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Dennis Lyxzén On New Refused Album: “I Think This Is The Record That People Wanted Us To Do Last Time”


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Refused, etc. vocalist Dennis Lyxzén appeared recently on the ‘Someone Who Isn’t Me‘ podcast, which is hosted by Daniel P Carter of the BBC Radio 1‘s ‘Rock Show‘ and Krokodil fame. During the chat he spoke a bit about where the band are at with their fifth studio album, offering:

“We have a new record that’s almost done—not quite. It’s been one of those, in typical Refused fashion, it’s just been going on for a long time and no one’s enjoying the process of making the record and it’s been kind of grueling. But we’re almost at the finishing line, which feels great. It feels like it’s gonna be a really fantastic record.”

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He went on to say that the band are feeling a lot less pressured this time around as opposed to how they felt with their 2015 return, “Freedom“. In particular the lack of pressure comes from not having to directly follow-up their landmark 1998 album, “The Shape Of Punk To Come“.

Speaking further of where their minds have been while working on this forthcoming new album, he explained how it took him awhile to rediscover his role in the band and where it fits into his life now. After elaborating on how the group took notes from which songs worked best live on “Freedom“, he stated:

“I think this is the record that people wanted us to do last time. But I think it’s good that we did “Freedom” last time, cause it kind of levels the playing field… It’s not like we’re gonna do ‘The Shape Of Punk To Come 2’—’cause that’s not it. But I think that the people who love ‘Shape’ will be like ‘Oh yeah, this makes a little bit more sense,’ because we just had to level the playing field a little bit for ourselves. Because Refused was an entity that did not belong to us for a very long time.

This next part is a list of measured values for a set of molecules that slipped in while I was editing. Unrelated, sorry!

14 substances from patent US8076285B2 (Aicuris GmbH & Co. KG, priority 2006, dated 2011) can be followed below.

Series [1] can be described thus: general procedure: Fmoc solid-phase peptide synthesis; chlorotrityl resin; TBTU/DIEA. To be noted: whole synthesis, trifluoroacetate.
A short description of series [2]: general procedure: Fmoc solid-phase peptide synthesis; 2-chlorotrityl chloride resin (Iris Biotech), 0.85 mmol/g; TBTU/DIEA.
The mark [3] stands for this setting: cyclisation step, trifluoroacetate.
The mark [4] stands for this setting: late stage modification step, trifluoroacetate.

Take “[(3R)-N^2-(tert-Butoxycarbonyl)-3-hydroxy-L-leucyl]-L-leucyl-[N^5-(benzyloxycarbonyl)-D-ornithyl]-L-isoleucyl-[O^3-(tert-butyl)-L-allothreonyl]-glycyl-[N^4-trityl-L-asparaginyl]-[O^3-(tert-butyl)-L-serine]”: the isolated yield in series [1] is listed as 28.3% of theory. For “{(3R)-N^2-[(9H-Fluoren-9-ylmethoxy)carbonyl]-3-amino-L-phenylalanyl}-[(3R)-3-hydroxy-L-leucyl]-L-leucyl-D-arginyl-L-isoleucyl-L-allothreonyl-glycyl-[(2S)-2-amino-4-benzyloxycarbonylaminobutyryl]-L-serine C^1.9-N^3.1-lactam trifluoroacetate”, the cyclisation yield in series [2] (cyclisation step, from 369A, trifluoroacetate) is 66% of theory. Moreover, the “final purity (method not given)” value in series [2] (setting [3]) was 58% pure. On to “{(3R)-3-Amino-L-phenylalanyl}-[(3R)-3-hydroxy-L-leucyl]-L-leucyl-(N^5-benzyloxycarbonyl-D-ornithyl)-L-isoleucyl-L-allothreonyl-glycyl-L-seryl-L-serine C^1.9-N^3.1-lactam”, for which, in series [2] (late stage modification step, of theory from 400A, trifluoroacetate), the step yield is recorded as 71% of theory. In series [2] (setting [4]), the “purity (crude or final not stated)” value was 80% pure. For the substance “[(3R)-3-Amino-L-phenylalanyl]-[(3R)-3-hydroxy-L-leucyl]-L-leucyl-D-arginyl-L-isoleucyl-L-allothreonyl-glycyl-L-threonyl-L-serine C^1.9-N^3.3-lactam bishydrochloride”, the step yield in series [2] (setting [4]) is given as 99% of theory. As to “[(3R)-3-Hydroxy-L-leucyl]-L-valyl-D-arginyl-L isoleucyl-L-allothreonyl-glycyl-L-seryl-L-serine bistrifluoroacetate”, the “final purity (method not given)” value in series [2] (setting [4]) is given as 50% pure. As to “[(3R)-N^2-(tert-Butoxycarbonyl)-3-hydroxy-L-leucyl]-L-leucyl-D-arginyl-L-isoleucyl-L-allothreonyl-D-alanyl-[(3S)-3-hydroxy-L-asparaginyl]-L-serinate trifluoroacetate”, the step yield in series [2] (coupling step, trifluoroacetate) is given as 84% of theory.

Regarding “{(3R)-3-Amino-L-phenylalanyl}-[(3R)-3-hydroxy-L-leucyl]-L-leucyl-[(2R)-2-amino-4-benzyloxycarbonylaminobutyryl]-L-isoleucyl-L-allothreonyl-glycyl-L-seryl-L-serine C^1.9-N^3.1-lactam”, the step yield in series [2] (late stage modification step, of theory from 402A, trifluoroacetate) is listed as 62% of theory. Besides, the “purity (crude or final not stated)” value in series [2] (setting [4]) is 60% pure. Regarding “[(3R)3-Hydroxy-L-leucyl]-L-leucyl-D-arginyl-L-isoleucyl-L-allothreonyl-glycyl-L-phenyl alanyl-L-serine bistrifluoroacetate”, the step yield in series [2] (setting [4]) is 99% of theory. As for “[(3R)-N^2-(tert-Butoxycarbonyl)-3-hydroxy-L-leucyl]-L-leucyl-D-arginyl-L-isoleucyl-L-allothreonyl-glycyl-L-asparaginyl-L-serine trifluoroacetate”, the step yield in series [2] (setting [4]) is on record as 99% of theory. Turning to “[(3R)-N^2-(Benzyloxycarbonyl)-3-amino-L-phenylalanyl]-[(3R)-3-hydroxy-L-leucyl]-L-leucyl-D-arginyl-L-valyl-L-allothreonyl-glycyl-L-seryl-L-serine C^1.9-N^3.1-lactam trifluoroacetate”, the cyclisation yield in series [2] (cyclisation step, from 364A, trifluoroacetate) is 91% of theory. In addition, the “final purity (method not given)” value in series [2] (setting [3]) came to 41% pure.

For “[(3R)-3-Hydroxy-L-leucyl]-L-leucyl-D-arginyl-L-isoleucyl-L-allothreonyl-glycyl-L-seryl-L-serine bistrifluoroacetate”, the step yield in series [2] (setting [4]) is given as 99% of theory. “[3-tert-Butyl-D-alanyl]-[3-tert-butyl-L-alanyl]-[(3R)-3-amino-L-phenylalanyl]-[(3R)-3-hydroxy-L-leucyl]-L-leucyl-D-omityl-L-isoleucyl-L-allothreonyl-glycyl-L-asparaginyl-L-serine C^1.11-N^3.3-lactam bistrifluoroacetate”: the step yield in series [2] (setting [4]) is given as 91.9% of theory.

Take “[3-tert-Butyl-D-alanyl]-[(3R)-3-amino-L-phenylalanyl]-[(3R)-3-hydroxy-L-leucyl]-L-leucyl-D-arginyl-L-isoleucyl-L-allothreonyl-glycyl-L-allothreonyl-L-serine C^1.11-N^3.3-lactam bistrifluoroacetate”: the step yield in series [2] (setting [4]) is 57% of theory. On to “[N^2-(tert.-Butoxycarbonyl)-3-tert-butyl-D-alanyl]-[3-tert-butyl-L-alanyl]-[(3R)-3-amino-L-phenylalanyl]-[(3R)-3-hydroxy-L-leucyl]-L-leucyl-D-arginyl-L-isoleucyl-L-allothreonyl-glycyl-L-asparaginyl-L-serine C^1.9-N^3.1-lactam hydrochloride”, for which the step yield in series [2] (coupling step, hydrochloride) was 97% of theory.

I mean I was the guy—I was touring—and I saw all this Refused stuff and I was like ‘that’s so crazy.’ Like that’s not me, it doesn’t belong to me. I think “Freedom” was just reclaiming the band and reclaiming these ideas. And now we’re just a bit more comfortable and a bit more relaxed and I think we know what type of band we are. And I think it’s gonna show on this new record, I think people are gonna listen to it and be like ‘Ohhh, alright. I get it.'”

The topic of identity and what Refused meant to him during the band’s 16 year absence following their 1998 breakup and the process of rediscovering the outfit and learning to embrace his past comes up often in the chat, making for a revealing conversation. You can check out the full episode below, or find it on Acast and Apple Music.

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